J K's rooms in Wentworth Place

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J K's rooms in Wentworth Place

Postby Raphael » Fri Mar 19, 2010 4:38 pm

I was looking at the photos of the rooms the other day and thought it was interesting that his bedroom walls were pink. Of course, as you all know pink today is seen as a colour for females. I'm wondering who chose the colours for his walls? My pal told me today pink was once seen as a male colour. I doubt he would have had a four poster bed though!
Did the Brawnes have only two bedrooms also? I'm wondering how they would have managed things if John had got well as he was going to live with them after he married Fanny B.
John....you did not live to see-
who we are because of what you left,
what it is we are in what we make of you.

Peter Sanson, 1995.
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Re: J K's rooms in Wentworth Place

Postby Malia » Fri Mar 19, 2010 9:05 pm

The walls of Keats's bedroom are a kind of salmon pink, not a "true" pink, per se. Yes, it is true that back in the earlier decades of the 20th c. pink was "designated" for boy and blue for girls--then it got switched around (just goes to show you how arbitrary these male/female labels can be!). I assume that Keats had some kind of "postered" bed, as he would have had bed curtains he could draw around the bed to help keep warm. He even mentions having bed curtains in one of his letters.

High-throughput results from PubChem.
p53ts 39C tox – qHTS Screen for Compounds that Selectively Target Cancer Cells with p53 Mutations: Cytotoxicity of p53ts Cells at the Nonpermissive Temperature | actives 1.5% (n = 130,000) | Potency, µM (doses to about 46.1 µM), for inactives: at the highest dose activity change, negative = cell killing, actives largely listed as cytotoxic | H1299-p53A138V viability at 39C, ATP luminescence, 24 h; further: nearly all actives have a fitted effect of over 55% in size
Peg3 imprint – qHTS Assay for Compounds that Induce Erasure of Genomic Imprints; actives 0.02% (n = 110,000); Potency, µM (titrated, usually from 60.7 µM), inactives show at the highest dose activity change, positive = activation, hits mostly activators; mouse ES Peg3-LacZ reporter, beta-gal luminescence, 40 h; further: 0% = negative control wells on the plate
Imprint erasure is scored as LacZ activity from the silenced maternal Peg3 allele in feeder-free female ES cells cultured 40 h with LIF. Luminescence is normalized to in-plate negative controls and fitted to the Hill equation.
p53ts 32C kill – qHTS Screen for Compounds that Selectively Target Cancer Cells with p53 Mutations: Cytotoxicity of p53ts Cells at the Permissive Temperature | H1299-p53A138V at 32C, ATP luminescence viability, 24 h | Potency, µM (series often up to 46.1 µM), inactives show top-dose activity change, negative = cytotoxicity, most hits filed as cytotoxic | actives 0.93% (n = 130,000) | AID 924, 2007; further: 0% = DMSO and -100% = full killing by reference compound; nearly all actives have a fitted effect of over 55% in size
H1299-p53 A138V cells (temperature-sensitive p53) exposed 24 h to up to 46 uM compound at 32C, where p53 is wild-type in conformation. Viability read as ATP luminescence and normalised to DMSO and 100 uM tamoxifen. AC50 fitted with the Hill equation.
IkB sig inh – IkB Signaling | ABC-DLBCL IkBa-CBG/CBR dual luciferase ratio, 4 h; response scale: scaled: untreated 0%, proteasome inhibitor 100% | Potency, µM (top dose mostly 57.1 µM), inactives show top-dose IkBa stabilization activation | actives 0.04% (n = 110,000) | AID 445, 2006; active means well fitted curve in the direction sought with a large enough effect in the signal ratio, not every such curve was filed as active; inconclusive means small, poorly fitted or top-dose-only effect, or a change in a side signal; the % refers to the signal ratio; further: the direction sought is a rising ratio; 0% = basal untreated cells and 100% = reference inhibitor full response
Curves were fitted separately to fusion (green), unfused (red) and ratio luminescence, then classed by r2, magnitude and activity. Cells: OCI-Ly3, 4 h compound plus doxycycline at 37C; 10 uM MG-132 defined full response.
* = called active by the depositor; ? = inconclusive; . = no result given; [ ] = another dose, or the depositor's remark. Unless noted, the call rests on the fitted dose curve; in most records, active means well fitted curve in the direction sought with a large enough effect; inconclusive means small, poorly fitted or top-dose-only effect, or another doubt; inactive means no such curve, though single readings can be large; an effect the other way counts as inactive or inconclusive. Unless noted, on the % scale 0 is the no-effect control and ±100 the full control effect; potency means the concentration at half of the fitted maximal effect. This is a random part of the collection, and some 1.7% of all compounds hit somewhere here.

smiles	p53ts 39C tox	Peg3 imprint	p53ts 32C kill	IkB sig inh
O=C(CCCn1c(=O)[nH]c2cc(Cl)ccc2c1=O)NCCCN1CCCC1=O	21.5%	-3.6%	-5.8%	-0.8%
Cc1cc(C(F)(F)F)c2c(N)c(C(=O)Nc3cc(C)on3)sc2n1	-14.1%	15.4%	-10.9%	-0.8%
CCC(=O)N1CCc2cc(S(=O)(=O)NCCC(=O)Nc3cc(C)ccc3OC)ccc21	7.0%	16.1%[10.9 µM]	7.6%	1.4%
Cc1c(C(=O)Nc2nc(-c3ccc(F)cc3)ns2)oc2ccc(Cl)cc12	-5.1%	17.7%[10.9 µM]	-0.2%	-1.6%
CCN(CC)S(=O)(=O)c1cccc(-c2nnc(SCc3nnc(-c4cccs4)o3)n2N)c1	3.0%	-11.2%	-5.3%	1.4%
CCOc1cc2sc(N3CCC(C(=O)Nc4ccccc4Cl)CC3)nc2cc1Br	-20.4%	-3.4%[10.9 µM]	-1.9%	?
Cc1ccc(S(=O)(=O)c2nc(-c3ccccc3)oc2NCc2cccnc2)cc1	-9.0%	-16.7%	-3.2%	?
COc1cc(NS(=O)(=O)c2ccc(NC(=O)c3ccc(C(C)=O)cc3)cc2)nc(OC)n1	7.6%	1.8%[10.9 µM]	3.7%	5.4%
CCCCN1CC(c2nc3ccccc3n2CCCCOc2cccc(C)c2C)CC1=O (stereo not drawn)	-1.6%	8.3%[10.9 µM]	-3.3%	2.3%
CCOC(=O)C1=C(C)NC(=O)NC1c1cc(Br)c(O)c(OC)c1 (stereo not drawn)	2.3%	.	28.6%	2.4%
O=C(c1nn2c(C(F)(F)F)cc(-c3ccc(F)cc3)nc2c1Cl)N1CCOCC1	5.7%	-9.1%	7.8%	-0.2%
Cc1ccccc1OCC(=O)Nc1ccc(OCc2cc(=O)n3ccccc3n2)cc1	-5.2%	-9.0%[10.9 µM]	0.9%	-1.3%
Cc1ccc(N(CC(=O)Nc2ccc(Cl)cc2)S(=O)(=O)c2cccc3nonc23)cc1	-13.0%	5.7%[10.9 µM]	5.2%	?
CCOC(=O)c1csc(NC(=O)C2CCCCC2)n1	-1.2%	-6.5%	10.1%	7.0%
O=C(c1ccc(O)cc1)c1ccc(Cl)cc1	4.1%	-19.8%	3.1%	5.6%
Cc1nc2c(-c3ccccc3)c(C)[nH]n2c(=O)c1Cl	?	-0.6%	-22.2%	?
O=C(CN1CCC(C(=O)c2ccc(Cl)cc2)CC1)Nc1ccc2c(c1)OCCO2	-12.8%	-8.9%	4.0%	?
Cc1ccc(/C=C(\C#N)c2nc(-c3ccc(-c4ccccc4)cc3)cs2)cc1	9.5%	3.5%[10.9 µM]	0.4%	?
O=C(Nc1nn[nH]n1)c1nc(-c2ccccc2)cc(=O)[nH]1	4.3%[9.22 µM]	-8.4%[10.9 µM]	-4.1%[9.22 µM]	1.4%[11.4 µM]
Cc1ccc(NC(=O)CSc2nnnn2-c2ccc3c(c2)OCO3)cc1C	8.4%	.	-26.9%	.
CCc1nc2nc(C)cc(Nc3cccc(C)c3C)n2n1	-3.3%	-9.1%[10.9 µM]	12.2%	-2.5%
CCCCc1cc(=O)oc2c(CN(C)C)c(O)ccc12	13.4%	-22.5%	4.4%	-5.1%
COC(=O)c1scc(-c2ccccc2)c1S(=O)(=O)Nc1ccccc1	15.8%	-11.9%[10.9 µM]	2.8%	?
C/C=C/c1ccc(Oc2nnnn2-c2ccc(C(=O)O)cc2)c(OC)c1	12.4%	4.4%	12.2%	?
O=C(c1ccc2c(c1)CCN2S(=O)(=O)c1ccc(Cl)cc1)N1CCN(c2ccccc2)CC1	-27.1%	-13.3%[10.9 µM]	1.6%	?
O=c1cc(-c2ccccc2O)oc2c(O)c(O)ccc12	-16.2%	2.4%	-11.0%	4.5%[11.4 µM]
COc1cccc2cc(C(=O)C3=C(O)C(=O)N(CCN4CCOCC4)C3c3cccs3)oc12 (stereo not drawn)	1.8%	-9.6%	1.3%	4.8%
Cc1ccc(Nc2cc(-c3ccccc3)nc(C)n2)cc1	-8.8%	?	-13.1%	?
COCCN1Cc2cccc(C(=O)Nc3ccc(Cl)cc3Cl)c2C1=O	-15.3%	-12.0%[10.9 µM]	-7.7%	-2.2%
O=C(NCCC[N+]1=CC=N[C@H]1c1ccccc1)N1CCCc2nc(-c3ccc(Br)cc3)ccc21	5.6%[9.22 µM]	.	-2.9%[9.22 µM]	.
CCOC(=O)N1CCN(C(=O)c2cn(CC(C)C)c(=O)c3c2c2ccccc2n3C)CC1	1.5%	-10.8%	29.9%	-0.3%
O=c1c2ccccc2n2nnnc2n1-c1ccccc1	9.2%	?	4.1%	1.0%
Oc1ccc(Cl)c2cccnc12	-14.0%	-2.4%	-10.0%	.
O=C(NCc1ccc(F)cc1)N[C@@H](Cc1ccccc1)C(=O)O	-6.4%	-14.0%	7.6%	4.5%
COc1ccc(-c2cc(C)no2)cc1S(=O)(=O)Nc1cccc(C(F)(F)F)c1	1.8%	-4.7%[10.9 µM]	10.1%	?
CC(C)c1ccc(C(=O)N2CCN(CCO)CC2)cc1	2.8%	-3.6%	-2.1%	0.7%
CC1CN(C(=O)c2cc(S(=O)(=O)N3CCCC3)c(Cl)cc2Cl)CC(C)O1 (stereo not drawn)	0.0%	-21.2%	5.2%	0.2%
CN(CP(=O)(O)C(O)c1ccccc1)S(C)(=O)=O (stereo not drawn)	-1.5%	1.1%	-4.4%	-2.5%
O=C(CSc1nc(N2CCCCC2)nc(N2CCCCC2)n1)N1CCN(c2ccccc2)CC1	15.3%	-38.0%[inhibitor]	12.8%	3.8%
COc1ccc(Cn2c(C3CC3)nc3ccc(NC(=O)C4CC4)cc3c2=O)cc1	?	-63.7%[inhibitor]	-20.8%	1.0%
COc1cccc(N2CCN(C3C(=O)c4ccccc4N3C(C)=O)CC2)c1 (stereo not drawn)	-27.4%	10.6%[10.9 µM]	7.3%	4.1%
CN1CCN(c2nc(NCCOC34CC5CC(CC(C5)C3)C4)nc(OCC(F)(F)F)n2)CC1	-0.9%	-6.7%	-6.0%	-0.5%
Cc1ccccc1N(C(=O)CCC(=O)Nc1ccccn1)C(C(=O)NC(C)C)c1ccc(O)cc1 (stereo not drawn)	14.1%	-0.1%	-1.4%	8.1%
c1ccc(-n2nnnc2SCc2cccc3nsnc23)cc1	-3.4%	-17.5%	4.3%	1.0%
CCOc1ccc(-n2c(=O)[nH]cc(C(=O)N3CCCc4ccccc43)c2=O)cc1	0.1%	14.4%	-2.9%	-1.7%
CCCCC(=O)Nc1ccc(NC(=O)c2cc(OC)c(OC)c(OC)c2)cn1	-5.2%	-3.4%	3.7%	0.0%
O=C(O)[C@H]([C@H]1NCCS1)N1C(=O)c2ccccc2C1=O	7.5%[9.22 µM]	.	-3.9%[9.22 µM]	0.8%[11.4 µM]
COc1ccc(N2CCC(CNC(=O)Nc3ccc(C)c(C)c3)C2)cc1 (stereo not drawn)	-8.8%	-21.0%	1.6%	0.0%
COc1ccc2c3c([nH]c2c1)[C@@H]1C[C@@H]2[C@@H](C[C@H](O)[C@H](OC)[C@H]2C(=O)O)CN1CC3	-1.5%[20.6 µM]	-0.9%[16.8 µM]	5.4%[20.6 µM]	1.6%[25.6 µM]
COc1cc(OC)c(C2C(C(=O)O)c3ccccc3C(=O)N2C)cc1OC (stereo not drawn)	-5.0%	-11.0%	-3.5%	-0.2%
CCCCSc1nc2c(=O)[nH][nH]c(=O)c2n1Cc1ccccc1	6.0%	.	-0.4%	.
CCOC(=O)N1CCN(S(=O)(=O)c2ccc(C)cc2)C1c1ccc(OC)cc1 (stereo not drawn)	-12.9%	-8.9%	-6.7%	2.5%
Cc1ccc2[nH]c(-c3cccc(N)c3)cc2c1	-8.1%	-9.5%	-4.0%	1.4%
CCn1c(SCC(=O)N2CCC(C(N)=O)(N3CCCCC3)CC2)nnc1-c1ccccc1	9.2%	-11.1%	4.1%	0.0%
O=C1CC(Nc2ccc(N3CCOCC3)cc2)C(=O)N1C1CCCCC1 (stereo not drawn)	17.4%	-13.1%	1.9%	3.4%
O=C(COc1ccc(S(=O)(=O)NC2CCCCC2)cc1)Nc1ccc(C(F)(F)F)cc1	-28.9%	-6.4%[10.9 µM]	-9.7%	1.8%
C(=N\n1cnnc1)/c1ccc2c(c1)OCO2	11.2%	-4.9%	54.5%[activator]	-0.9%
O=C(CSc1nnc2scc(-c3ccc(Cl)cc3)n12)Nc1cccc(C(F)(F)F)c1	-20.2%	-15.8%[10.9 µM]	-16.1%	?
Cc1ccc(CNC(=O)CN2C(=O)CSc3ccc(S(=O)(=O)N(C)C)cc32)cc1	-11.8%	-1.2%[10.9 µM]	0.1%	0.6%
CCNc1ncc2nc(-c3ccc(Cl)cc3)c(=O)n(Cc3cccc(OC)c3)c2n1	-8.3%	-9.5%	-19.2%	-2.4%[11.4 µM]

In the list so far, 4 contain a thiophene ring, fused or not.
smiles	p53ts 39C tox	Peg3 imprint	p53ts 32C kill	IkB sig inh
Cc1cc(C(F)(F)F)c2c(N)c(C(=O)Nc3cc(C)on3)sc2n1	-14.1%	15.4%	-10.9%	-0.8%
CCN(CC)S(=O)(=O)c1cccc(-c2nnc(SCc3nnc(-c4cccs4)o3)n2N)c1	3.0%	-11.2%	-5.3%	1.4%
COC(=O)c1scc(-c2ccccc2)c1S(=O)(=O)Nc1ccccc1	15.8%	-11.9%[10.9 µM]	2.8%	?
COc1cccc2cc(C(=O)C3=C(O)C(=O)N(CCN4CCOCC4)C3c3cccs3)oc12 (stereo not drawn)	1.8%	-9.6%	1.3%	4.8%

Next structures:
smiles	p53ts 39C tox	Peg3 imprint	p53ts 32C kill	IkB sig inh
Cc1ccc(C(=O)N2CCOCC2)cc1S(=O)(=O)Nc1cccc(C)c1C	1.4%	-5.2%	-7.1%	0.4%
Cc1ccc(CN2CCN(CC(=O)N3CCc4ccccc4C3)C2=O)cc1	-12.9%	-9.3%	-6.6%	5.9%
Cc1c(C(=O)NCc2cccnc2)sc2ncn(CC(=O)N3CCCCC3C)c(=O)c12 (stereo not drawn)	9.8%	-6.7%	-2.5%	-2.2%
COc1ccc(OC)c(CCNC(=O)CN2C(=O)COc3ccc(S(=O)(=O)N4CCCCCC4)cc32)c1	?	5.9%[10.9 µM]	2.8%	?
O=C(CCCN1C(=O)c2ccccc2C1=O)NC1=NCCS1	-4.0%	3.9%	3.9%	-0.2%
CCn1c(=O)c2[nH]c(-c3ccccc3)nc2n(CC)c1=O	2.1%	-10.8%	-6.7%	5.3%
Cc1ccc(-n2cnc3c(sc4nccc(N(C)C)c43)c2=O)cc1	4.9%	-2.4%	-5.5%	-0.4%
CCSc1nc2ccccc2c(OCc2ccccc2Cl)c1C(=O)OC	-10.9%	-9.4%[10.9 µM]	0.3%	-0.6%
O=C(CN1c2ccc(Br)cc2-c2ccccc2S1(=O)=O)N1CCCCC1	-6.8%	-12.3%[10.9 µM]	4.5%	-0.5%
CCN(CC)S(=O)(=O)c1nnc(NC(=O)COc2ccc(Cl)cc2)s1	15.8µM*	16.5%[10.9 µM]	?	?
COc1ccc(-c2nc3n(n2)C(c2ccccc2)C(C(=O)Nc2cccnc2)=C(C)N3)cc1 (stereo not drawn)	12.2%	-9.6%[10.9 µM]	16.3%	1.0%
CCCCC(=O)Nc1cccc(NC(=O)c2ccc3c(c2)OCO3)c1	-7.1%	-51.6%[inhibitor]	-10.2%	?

I'm not sure how many bedrooms the Brawnes had--I have an illustration of the original floor plan for the house at home; I'll look it over and see what it says about bedrooms. I believe there were 3 bedrooms, though--one for Fanny and Margaret, one for Sam and one for their mother. Had Keats lived with them, I assume Margaret would sleep in the same room as her mother and Keats and Fanny would be together.
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Re: J K's rooms in Wentworth Place

Postby Raphael » Mon Mar 22, 2010 3:13 pm

The walls of Keats's bedroom are a kind of salmon pink, not a "true" pink, per se.


I know what you mean Malia- it's not the sickly pink used in little girl's toys today.
:lol:

Yes, it is true that back in the earlier decades of the 20th c. pink was "designated" for boy and blue for girls--then it got switched around (just goes to show you how arbitrary these male/female labels can be!).



Oh yes indeed- colours for gender are arbitary indeed. I've got a diploma in colour therapy and am very interested in colour.


I assume that Keats had some kind of "postered" bed, as he would have had bed curtains he could draw around the bed to help keep warm. He even mentions having bed curtains in one of his letters.


I've not noticed that in any of the letters- which one is it? I'd love to read all the letters but even the G. Scott edition doesn't contain all his surviving letters. I didn't think he would be "grand" enough for a four poster bed- I assumed only the very rich has those!